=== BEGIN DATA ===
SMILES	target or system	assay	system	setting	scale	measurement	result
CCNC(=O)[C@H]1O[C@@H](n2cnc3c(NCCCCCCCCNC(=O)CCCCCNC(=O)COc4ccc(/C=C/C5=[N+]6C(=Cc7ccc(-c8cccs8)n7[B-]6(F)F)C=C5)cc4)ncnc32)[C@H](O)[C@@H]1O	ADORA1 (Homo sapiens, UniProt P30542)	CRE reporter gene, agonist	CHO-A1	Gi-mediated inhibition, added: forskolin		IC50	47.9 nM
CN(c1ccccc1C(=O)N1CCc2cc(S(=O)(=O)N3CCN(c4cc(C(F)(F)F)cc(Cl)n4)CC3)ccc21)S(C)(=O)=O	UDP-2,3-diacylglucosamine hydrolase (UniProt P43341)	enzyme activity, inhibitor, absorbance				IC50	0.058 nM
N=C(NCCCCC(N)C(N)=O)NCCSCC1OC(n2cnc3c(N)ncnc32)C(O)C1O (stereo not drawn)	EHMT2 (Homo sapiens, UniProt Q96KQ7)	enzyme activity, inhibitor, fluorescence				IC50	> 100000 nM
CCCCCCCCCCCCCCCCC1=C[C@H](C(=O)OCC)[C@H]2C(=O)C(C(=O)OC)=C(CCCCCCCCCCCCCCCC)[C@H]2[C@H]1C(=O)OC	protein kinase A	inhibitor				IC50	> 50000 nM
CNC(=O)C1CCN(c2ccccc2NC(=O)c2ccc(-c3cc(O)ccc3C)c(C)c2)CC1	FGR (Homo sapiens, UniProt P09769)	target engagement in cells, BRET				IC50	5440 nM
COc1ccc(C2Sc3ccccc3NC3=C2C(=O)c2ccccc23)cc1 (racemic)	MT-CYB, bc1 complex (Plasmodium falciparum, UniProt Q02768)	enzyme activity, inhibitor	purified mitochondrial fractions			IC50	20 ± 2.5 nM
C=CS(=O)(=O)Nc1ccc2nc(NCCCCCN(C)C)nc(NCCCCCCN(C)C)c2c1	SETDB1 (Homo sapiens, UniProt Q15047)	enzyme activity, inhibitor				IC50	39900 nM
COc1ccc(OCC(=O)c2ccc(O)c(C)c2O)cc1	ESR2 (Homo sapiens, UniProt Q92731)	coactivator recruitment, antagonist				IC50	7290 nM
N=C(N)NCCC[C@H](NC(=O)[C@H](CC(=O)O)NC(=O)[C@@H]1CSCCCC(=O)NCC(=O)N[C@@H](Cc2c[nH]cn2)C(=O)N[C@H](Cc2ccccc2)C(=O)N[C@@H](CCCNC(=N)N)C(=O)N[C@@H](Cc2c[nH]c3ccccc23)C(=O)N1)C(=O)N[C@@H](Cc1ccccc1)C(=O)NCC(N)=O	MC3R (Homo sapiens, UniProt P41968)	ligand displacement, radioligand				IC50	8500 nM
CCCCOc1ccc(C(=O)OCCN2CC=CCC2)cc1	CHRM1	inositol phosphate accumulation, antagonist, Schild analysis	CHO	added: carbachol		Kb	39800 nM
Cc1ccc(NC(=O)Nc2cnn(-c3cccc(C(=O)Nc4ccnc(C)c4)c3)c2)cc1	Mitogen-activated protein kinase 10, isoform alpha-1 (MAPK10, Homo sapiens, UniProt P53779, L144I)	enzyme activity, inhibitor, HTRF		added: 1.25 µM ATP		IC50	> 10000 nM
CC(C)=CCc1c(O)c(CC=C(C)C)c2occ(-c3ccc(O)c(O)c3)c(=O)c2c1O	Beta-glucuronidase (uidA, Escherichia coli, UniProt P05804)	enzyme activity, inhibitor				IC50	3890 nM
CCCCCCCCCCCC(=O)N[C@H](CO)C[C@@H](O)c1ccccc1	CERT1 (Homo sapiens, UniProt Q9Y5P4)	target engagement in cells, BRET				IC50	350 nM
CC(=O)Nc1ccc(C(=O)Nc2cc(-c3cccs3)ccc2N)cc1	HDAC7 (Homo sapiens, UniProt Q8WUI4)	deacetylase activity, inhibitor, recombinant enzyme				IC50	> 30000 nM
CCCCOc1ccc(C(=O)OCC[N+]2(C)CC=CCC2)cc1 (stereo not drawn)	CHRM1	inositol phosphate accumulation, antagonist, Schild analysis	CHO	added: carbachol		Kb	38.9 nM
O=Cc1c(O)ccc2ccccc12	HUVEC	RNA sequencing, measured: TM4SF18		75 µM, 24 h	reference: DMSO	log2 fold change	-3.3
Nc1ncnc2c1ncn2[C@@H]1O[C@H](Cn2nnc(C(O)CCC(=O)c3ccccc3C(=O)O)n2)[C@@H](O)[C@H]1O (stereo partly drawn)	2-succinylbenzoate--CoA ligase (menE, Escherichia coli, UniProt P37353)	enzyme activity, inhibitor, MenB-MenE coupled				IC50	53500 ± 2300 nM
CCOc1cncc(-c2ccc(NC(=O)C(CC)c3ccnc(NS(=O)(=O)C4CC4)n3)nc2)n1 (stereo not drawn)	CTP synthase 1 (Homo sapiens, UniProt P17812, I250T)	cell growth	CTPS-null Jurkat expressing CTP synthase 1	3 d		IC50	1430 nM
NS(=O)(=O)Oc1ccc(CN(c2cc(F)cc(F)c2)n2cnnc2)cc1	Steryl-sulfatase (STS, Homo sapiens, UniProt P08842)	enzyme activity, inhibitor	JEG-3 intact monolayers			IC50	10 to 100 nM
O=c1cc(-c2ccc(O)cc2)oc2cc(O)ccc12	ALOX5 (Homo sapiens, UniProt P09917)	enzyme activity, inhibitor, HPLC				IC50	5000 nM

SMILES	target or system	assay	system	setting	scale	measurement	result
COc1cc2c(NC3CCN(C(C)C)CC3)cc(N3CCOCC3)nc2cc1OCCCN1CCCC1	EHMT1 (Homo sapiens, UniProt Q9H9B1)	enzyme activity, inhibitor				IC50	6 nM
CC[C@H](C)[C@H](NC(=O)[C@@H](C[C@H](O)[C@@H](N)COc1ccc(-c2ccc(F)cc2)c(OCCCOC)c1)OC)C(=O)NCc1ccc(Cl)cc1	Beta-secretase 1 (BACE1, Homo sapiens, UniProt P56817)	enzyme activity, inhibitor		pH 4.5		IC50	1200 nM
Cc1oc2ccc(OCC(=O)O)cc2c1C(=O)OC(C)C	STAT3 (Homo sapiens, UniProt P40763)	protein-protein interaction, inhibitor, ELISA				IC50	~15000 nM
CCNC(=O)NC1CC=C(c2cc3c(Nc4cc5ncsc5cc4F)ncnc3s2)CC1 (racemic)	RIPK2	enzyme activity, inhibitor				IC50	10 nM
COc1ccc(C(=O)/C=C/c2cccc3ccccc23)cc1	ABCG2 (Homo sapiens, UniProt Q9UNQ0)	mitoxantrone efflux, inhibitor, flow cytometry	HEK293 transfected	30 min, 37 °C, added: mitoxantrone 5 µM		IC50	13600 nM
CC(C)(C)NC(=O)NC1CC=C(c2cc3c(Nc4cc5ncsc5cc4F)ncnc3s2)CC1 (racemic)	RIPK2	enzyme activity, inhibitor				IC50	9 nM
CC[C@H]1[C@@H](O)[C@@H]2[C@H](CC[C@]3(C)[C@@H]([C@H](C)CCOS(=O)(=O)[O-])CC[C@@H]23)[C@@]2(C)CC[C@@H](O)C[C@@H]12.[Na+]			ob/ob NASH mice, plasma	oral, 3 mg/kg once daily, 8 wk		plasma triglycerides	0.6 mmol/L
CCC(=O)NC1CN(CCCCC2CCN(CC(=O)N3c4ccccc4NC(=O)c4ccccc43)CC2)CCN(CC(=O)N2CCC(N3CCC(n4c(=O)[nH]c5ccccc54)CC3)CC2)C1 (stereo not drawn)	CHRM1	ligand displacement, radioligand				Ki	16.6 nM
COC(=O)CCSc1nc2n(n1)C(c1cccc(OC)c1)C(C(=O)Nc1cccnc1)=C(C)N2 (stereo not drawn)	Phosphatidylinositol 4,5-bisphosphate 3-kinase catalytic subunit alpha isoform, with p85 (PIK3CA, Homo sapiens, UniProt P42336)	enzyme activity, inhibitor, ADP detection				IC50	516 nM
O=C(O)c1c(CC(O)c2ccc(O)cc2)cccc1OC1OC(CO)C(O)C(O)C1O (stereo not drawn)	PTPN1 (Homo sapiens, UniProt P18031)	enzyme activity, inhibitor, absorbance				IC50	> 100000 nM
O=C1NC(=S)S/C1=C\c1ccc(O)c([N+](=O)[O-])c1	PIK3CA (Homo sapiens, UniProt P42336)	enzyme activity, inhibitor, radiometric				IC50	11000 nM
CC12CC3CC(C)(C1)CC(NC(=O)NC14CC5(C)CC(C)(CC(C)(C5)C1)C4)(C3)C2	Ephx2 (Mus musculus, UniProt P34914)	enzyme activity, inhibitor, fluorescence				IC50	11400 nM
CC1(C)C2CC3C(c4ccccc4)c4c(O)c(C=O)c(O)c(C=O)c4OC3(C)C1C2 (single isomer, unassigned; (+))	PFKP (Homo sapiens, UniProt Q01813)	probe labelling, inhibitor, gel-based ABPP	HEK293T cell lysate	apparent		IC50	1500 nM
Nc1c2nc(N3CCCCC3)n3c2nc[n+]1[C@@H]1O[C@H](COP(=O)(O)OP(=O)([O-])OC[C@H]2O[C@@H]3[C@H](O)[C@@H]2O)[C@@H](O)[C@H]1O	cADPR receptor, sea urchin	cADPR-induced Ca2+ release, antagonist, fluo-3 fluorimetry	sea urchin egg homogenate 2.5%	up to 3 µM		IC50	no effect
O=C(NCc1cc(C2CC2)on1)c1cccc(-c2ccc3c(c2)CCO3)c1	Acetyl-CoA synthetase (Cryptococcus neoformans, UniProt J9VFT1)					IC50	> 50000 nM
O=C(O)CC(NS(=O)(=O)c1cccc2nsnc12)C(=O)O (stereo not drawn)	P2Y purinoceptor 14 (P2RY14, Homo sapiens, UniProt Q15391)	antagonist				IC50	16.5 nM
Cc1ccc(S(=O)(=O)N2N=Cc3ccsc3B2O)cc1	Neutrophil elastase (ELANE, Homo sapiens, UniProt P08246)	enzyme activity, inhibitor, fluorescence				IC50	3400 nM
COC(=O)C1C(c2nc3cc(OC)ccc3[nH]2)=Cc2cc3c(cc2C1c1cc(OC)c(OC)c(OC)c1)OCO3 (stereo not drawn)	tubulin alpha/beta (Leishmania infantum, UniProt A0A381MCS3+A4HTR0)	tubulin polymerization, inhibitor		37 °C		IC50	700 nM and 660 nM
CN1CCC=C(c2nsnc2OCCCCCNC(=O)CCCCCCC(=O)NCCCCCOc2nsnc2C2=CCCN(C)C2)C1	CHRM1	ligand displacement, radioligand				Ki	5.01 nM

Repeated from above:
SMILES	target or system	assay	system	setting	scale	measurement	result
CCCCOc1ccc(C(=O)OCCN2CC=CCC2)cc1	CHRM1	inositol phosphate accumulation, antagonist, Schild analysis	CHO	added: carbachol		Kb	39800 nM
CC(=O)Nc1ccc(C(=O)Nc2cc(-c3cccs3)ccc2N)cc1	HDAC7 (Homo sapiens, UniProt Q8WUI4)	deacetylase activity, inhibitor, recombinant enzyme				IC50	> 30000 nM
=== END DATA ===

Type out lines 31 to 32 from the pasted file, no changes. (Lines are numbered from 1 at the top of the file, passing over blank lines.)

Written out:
COC(=O)CCSc1nc2n(n1)C(c1cccc(OC)c1)C(C(=O)Nc1cccnc1)=C(C)N2 (stereo not drawn)	Phosphatidylinositol 4,5-bisphosphate 3-kinase catalytic subunit alpha isoform, with p85 (PIK3CA, Homo sapiens, UniProt P42336)	enzyme activity, inhibitor, ADP detection				IC50	516 nM
O=C(O)c1c(CC(O)c2ccc(O)cc2)cccc1OC1OC(CO)C(O)C(O)C1O (stereo not drawn)	PTPN1 (Homo sapiens, UniProt P18031)	enzyme activity, inhibitor, absorbance				IC50	> 100000 nM